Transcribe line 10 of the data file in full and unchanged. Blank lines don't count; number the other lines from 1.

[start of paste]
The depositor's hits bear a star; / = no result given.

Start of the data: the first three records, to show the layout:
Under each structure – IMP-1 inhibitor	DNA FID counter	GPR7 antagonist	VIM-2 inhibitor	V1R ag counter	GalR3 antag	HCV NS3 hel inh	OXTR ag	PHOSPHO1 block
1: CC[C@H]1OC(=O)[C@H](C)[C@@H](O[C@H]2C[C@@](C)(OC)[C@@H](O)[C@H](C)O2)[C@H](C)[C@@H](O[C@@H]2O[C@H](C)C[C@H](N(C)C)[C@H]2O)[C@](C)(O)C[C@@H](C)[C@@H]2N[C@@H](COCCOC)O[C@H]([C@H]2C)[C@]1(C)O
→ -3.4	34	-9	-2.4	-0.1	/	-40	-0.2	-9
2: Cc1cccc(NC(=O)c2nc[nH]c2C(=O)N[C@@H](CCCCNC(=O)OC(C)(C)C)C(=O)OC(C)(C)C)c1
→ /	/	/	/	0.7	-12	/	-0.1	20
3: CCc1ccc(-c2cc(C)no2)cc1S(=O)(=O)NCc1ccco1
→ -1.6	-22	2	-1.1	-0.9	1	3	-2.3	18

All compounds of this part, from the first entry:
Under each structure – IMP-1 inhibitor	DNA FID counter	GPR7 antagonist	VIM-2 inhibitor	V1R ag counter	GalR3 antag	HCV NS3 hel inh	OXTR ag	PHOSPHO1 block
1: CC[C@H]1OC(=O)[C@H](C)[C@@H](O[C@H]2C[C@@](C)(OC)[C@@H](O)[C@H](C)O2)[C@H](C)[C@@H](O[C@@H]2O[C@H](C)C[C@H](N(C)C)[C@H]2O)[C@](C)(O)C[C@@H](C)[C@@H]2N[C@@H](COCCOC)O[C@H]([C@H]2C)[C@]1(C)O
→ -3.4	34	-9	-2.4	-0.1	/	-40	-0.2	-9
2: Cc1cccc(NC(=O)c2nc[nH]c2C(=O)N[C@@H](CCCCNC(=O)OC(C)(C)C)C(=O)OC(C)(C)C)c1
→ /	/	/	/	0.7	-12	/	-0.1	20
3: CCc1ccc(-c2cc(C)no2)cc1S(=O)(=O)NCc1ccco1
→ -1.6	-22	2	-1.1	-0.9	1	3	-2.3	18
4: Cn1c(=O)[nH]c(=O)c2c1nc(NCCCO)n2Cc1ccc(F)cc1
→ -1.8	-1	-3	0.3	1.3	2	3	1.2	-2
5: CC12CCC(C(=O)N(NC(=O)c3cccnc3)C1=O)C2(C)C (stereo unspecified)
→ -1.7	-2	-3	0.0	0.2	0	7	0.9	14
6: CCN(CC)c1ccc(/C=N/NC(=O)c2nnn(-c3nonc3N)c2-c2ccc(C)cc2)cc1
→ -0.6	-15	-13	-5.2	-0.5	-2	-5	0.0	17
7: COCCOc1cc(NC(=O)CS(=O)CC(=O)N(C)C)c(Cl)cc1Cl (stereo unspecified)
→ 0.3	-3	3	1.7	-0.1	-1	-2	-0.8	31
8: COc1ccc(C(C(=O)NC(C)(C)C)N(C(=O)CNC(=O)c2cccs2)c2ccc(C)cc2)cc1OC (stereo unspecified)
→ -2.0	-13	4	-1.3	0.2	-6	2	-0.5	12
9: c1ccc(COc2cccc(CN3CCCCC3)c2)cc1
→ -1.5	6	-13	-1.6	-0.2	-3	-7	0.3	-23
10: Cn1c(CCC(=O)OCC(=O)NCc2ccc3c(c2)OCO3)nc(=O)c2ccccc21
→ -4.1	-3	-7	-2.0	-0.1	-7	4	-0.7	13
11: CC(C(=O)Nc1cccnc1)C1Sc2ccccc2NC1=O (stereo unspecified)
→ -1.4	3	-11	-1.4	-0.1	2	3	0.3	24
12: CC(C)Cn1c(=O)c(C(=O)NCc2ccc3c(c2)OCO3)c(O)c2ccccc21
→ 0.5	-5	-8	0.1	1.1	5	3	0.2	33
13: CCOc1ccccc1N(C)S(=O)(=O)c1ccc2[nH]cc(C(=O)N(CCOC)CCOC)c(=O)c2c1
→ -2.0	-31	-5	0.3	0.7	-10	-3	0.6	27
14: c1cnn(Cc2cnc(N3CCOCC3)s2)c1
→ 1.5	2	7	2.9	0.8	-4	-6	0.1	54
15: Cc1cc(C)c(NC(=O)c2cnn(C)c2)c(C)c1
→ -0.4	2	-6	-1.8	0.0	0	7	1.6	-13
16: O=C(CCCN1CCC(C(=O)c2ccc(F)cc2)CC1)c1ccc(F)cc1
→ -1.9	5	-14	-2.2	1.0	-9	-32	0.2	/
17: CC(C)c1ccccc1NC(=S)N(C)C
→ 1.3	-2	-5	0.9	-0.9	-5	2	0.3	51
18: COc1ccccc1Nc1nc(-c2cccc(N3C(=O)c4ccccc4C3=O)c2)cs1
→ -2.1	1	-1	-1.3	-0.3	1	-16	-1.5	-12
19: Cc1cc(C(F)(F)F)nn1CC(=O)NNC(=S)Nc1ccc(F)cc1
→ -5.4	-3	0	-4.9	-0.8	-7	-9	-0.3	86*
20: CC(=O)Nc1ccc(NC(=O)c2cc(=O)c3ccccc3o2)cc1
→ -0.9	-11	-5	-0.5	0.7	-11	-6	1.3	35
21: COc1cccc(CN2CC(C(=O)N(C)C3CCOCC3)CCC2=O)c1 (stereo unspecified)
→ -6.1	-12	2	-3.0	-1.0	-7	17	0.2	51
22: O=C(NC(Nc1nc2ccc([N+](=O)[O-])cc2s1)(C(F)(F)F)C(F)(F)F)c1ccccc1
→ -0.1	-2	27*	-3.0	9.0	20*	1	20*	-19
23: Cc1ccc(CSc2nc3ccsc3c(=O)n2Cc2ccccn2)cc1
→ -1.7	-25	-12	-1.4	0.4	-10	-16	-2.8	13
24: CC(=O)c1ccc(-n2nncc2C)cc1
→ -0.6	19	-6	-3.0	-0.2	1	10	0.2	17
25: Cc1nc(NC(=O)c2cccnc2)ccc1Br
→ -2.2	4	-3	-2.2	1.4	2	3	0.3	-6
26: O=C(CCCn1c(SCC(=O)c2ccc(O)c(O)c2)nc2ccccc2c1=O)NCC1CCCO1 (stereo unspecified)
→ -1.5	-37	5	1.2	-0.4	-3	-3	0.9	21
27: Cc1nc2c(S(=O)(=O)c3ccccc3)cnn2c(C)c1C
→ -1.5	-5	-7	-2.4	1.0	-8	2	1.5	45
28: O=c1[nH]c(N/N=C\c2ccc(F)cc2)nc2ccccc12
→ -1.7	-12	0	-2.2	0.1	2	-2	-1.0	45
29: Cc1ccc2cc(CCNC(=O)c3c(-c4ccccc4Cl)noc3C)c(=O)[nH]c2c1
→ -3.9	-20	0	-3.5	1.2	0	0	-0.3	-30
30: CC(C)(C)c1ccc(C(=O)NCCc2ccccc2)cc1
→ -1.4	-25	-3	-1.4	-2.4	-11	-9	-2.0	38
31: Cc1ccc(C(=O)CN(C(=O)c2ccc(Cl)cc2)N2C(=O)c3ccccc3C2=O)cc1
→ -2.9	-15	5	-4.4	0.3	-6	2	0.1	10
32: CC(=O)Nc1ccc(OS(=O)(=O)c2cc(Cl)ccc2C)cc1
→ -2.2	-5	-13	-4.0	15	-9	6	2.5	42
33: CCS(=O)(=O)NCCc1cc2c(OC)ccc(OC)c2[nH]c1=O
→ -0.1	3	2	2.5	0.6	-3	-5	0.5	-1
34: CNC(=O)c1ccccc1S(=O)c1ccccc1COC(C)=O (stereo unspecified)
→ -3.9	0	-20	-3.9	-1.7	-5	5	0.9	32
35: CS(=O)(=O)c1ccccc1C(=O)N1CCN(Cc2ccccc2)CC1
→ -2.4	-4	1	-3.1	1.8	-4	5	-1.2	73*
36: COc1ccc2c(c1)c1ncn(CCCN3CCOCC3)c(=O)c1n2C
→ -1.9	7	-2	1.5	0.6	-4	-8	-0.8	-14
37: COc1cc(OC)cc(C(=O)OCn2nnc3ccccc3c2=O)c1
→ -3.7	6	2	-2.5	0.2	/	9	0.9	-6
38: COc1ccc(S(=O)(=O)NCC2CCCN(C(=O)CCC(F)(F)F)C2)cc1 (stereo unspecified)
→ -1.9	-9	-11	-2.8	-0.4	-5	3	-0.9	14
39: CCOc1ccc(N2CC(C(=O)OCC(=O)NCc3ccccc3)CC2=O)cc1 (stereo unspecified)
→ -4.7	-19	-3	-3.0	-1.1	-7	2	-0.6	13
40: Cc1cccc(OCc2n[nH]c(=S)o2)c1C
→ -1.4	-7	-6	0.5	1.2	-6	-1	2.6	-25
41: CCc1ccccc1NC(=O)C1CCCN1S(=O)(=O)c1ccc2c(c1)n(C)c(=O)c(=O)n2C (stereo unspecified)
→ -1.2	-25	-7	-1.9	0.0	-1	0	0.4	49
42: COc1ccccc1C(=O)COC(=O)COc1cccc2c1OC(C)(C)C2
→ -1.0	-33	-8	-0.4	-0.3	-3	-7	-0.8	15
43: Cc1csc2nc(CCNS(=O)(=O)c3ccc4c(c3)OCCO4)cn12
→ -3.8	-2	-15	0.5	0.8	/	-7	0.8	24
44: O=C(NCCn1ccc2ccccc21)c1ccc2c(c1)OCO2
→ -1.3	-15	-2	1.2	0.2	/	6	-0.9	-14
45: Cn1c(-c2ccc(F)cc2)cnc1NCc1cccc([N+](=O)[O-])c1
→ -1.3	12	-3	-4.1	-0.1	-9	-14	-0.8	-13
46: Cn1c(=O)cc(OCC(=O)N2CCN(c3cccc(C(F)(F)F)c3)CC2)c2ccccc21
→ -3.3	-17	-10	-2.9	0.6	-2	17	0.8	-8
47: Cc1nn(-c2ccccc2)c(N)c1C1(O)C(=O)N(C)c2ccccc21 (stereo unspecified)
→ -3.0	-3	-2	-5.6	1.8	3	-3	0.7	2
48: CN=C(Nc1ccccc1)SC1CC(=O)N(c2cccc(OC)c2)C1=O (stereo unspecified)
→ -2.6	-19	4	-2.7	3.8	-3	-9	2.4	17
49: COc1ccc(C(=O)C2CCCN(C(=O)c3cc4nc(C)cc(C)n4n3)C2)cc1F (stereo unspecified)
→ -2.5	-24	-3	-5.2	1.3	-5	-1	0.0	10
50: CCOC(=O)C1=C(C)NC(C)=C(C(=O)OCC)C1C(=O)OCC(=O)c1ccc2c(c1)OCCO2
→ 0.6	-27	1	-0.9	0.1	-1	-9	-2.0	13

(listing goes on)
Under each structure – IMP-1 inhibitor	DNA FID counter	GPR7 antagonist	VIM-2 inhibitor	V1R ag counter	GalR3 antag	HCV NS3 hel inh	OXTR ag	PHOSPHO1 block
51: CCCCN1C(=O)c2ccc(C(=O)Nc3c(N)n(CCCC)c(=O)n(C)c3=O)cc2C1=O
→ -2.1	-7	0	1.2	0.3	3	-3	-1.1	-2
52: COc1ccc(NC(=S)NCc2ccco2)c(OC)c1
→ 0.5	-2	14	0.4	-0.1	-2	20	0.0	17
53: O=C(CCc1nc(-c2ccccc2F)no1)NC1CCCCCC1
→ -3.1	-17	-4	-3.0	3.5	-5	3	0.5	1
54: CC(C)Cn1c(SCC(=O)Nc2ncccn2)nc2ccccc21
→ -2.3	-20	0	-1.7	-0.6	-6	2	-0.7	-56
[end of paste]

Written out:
All compounds of this part, from the first entry: